Monday, May 1, 2017

In the Field - May Day 2017, Seattle

          It's that time of year again: May Day. Yes, May 1st, that day where members of the working class and disillusioned activists organize themselves in protest against those societal institutions from which they believe injustice, inequality, and oppression spawn, from capitalist economic systems to gender discrimination. Dating back to the 19th Century, May Day protests and celebrations have become an international phenomenon, with demonstrations having taken place in locations as far apart as Minneapolis and Moscow, from Canada to the Middle East. As such, given their revolutionary message, many May Day events are very politically charged, and are oftentimes at odds with the status-quo.
          It's no secret that, in the United States and Canada, May Day protests tend to tilt towards the left side of political spectrum, with many activists advocating for policies ranging from the rather innocuous expansion of social welfare programs to the more extreme implementation of socialist or communist economic systems. That said, May Day is not an exclusive event, having been frequented by anarchists in the past and even used as an excuse for those whose ideals tend toward the right side of the political spectrum to organize.
          In recent years, May Day protests have become a topic of controversy as they have become increasingly violent, and have put many American cities on edge. Video from May Day 2016 shows that police in Seattle utilized flash bang grenades, tear gas, and pepper spray to keep marchers corralled in a shopping center in Downtown Seattle [1]. Meanwhile, as calls from Seattle councilwoman Kshama Sawant to push the envelope of civil disobedience for May Day 2017 intensified, some critics have pegged the councilwoman as "dangerous" [2]. In 2012, May Day protesters in Portland marched through a mall downtown while simultaneously trying to keep the mainstream media out, claiming that the media is "bought" by "the corporations" [3]. Also in 2012, activists in Oakland were greeted by riot police with tear gas and zip-tie handcuffs [4]. A splinter group of protesters stormed a GAP store while white supremacists lined up for a confrontation with activists in Washington D.C. for May Day 2013 [5][6]. Indeed, there hardly seem to be a May Day that goes by without some kind of chaos somewhere.
          And at the end of the whole mess, there are always questions about who the martyrs were and who the antagonists were amidst the maelstrom. Were police displaying excessive force when apprehending protesters and stifling their 1st Amendment rights? Did protesters devolve from organized activists into an unruly and violent mob? Were activist groups responsible for the vandalism that occurred, or was it a lone-wolf who decided to take advantage of the situation and frame the protesters? In order to uncover the truth behind the answers to these questions, I decided to witness these events for myself first-hand. Seattle has a reputation for vibrant social activism, and has arguably had some of the most...exciting...May Day events in recent history. As such, I left my apartment this morning on May 1st, 2017, and ventured out into the city. Here is what I found:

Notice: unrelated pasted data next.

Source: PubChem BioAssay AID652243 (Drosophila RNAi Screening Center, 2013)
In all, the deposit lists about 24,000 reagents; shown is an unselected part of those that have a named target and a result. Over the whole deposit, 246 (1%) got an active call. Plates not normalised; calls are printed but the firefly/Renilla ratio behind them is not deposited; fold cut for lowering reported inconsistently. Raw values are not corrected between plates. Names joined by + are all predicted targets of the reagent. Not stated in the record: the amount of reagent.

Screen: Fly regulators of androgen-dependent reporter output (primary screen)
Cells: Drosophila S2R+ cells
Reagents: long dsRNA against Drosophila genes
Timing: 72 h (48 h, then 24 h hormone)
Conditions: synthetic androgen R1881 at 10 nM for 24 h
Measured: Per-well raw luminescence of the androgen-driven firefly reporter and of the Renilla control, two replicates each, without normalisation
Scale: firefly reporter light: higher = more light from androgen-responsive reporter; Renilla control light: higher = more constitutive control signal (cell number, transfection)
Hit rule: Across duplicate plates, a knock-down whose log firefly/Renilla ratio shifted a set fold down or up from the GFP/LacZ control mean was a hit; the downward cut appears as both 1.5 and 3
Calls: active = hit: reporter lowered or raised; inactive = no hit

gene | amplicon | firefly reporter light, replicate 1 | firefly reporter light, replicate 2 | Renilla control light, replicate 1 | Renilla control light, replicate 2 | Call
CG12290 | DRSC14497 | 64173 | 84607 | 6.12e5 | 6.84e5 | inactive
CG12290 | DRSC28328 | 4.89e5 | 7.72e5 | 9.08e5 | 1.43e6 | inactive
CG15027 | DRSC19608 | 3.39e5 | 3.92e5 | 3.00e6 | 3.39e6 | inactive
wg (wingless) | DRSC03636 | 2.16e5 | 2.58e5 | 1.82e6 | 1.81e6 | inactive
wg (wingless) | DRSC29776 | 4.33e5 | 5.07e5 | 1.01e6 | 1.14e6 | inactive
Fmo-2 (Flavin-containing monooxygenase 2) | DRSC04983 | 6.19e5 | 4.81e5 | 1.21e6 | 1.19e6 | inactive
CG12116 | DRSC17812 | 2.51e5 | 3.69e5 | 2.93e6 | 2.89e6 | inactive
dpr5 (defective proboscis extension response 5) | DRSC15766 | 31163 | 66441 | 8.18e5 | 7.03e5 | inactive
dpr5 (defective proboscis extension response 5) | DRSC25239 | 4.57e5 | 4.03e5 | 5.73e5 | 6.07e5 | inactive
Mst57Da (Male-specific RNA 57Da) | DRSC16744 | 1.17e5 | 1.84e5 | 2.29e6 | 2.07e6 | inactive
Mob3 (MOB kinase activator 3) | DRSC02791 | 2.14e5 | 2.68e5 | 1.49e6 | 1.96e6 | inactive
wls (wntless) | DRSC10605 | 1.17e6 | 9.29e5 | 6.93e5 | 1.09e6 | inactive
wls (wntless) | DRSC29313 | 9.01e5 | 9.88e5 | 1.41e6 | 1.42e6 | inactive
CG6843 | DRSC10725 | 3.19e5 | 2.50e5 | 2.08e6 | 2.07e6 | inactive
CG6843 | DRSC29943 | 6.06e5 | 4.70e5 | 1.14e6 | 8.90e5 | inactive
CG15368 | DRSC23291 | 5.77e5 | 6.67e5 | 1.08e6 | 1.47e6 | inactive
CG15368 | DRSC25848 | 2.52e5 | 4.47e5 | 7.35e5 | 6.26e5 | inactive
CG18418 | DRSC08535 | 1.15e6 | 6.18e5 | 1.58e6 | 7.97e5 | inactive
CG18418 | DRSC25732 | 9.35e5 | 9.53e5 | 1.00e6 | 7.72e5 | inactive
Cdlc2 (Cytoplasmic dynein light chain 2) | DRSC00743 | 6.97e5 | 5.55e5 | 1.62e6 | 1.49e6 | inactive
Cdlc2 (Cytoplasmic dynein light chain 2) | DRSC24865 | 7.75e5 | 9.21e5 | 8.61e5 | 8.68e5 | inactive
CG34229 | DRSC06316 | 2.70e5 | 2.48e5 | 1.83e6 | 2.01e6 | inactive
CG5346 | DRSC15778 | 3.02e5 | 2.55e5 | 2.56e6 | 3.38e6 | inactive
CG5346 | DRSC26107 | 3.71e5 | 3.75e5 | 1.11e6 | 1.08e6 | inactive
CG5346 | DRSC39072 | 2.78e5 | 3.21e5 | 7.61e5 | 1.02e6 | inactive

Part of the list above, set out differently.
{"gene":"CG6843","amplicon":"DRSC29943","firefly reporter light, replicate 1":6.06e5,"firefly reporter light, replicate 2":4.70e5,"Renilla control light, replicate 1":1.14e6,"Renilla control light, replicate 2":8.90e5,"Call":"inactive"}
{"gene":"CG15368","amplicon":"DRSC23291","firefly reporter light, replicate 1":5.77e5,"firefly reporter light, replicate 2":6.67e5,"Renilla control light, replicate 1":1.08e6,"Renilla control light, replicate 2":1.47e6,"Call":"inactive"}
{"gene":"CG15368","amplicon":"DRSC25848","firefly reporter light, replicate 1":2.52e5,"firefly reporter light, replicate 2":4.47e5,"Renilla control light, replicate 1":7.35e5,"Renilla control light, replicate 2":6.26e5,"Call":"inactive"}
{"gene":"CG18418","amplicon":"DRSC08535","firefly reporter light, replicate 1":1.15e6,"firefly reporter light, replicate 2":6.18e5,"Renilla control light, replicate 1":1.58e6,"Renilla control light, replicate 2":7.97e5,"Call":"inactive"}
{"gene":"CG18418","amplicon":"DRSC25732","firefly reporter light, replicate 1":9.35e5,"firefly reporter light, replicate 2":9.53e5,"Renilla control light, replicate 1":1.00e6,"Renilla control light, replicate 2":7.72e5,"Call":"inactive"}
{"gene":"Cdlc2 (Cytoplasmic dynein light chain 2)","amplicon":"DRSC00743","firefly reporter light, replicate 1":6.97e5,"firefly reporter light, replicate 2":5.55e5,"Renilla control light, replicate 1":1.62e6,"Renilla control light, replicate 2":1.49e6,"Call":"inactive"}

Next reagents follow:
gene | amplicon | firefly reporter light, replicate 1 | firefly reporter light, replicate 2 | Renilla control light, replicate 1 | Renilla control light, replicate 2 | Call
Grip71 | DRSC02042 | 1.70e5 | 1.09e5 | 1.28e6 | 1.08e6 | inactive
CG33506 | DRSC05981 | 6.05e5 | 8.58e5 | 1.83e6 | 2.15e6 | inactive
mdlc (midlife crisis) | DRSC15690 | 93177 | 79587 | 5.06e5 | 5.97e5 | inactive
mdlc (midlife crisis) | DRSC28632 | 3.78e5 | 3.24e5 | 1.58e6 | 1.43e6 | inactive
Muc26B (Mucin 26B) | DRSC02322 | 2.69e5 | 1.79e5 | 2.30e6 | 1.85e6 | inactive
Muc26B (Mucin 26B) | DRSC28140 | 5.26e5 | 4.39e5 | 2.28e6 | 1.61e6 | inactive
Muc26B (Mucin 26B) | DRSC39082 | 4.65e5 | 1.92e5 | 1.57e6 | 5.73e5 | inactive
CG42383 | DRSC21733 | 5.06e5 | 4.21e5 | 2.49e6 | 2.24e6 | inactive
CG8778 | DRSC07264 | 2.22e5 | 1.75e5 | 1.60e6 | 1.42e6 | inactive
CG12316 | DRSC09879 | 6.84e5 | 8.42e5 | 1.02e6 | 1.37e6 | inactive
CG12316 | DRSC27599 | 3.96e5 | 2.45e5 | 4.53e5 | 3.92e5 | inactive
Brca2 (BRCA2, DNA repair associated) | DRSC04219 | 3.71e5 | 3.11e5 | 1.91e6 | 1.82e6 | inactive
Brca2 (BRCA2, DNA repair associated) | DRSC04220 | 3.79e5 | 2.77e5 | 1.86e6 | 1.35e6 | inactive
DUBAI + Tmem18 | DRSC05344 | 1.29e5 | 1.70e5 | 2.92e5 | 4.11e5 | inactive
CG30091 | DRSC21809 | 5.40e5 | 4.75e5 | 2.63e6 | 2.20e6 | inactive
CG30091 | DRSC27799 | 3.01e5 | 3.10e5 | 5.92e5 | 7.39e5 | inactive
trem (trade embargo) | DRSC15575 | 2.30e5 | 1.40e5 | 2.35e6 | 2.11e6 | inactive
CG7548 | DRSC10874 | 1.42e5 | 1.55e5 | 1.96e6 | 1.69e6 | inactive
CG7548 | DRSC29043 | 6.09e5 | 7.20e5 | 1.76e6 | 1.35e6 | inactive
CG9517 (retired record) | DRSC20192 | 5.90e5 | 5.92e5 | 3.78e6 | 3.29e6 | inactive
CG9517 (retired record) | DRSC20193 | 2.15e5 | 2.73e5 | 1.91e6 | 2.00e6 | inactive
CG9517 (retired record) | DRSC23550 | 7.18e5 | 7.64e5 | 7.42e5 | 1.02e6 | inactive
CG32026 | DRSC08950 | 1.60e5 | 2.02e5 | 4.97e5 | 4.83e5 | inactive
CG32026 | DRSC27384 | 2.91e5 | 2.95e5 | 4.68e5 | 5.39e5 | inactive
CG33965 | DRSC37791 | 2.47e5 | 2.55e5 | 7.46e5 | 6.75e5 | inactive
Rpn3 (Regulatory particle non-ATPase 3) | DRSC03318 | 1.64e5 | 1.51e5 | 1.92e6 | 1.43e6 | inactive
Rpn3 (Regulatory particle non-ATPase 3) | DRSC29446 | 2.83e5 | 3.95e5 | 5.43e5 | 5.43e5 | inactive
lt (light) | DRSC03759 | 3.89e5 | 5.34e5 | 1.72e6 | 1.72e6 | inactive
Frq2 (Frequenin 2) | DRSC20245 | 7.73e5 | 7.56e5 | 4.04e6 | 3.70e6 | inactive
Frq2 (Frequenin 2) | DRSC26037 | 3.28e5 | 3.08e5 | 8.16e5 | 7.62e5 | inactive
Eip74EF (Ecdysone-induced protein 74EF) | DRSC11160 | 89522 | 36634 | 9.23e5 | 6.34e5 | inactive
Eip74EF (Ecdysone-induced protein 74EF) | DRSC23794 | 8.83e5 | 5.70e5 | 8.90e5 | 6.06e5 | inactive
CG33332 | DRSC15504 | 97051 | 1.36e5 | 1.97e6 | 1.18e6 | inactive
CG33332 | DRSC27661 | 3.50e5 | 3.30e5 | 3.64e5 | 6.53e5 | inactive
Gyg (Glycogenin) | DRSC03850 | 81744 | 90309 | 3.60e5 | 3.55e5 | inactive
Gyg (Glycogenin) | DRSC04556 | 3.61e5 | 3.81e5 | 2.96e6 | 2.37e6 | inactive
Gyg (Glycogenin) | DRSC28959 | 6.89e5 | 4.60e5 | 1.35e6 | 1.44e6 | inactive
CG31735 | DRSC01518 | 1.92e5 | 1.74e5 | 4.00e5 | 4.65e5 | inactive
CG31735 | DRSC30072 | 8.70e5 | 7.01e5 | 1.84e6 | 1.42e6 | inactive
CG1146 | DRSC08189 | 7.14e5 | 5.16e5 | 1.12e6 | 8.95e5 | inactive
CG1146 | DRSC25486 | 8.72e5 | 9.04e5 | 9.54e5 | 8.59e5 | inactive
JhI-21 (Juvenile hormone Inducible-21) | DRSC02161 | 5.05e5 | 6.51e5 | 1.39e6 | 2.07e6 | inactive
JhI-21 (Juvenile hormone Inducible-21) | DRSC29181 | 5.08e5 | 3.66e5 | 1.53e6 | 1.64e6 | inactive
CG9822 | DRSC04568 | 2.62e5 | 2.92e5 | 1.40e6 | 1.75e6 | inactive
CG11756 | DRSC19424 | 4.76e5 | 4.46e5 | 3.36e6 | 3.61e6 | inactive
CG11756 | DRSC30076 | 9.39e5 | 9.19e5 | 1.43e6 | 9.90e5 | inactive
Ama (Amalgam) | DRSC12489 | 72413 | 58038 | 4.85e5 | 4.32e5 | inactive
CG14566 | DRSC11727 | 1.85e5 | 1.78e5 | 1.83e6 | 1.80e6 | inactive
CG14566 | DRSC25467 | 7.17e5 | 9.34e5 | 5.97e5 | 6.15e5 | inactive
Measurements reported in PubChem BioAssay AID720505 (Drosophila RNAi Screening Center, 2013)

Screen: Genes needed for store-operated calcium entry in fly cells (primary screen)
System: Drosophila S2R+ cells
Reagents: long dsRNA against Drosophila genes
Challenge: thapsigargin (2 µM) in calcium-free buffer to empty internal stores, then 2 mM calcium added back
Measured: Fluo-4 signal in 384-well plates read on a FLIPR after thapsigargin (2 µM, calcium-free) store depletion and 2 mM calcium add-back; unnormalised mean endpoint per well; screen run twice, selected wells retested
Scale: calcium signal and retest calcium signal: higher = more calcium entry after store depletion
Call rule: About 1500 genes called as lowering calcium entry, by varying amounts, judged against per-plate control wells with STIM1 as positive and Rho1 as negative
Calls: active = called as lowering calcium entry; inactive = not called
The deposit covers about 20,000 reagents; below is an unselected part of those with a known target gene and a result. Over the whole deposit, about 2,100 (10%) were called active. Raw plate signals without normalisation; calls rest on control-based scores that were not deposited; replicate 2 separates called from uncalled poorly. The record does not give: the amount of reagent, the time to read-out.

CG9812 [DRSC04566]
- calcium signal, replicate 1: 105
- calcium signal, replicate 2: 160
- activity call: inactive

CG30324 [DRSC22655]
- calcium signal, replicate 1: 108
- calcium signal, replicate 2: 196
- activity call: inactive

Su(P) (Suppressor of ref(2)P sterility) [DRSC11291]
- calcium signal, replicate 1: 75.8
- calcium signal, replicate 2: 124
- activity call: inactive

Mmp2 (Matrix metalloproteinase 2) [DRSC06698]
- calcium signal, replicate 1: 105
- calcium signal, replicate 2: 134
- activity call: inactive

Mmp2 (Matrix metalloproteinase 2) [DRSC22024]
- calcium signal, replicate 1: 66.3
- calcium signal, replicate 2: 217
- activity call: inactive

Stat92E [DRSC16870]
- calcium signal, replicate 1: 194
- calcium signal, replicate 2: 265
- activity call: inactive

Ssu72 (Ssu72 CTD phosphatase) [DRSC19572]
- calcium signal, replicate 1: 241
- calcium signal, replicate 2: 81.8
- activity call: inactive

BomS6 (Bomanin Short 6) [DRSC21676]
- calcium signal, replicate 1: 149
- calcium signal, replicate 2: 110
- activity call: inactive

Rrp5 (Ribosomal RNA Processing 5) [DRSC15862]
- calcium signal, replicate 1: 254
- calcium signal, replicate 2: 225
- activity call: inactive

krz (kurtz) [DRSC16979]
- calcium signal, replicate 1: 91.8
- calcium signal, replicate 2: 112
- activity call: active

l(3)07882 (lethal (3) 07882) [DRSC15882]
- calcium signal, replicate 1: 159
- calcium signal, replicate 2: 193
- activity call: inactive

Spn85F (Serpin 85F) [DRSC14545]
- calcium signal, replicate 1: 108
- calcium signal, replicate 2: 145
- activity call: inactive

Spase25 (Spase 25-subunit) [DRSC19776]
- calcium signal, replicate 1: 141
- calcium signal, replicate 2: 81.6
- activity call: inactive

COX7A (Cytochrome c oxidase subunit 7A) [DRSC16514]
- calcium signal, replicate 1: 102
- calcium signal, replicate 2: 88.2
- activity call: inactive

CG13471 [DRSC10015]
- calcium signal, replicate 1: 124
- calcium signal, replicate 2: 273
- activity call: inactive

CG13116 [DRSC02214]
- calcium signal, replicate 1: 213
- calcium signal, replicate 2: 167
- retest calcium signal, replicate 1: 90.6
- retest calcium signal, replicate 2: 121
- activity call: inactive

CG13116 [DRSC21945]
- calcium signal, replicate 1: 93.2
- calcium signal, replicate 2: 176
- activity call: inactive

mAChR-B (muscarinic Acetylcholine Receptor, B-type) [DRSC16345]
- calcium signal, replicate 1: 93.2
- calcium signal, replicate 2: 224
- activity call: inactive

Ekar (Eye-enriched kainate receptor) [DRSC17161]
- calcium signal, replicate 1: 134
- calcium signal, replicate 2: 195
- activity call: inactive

My journey began at the University of Washington, where small groups of students were scattered throughout the university's Red Square in protest of unfair labor practices.

Squads of police were stationed around Red Square in the event that student demonstrations got out of hand, but...

Events at UW were so peaceful that many police ended up just relaxing inside, drinking coffee and playing with their phones.

I next made my way over to Judkins Park, just as the largest event of the day, the Immigration and Labor March, was emptying out of the park and making its way toward Downtown...

While still at Judkins, I caught a glimpse of this anarchist slogan on the side of a building.

While following the march, I sometimes had to cut several side streets in order to get ahead of police barricades. At one point, I came across these really curious characters...

The march eventually made its way into Downtown Seattle.

Even Antifa activists took part in the larger event (this image catches only some of them sprinkled throughout the larger group).

Speaking of Antifa, one of them had created this very intriguing sign, seen here at Judkins Park.

          By the end of the day, I had been following these events from about 10:30am to 6:00pm and had walked halfway throughout the city, from Judkins Park to Queen Anne. And, despite the reputation that May Day has in Seattle, May Day 2017 was much more mellow than previous years. There were no instances of violence during the time that I was running around the streets, but there were several tense moments when pro-Trump/pro-government activists led a counter-rally that crossed paths with the larger event, but these moments took place much later in the evening and were quickly handled by police, resulting in only 5 arrests [7]. That said, reports indicate that events in Portland, Oregon, and Olympia, Washington, were not as peaceful, and were in fact more in line with what one might have expected based on previous years, with protests in both cities being declared a "riot" [8]. As such, since events in Seattle were, well, uneventful, I still don't know what to make of the May Day protests, and the questions I had at the outset of my inquiry still remain.


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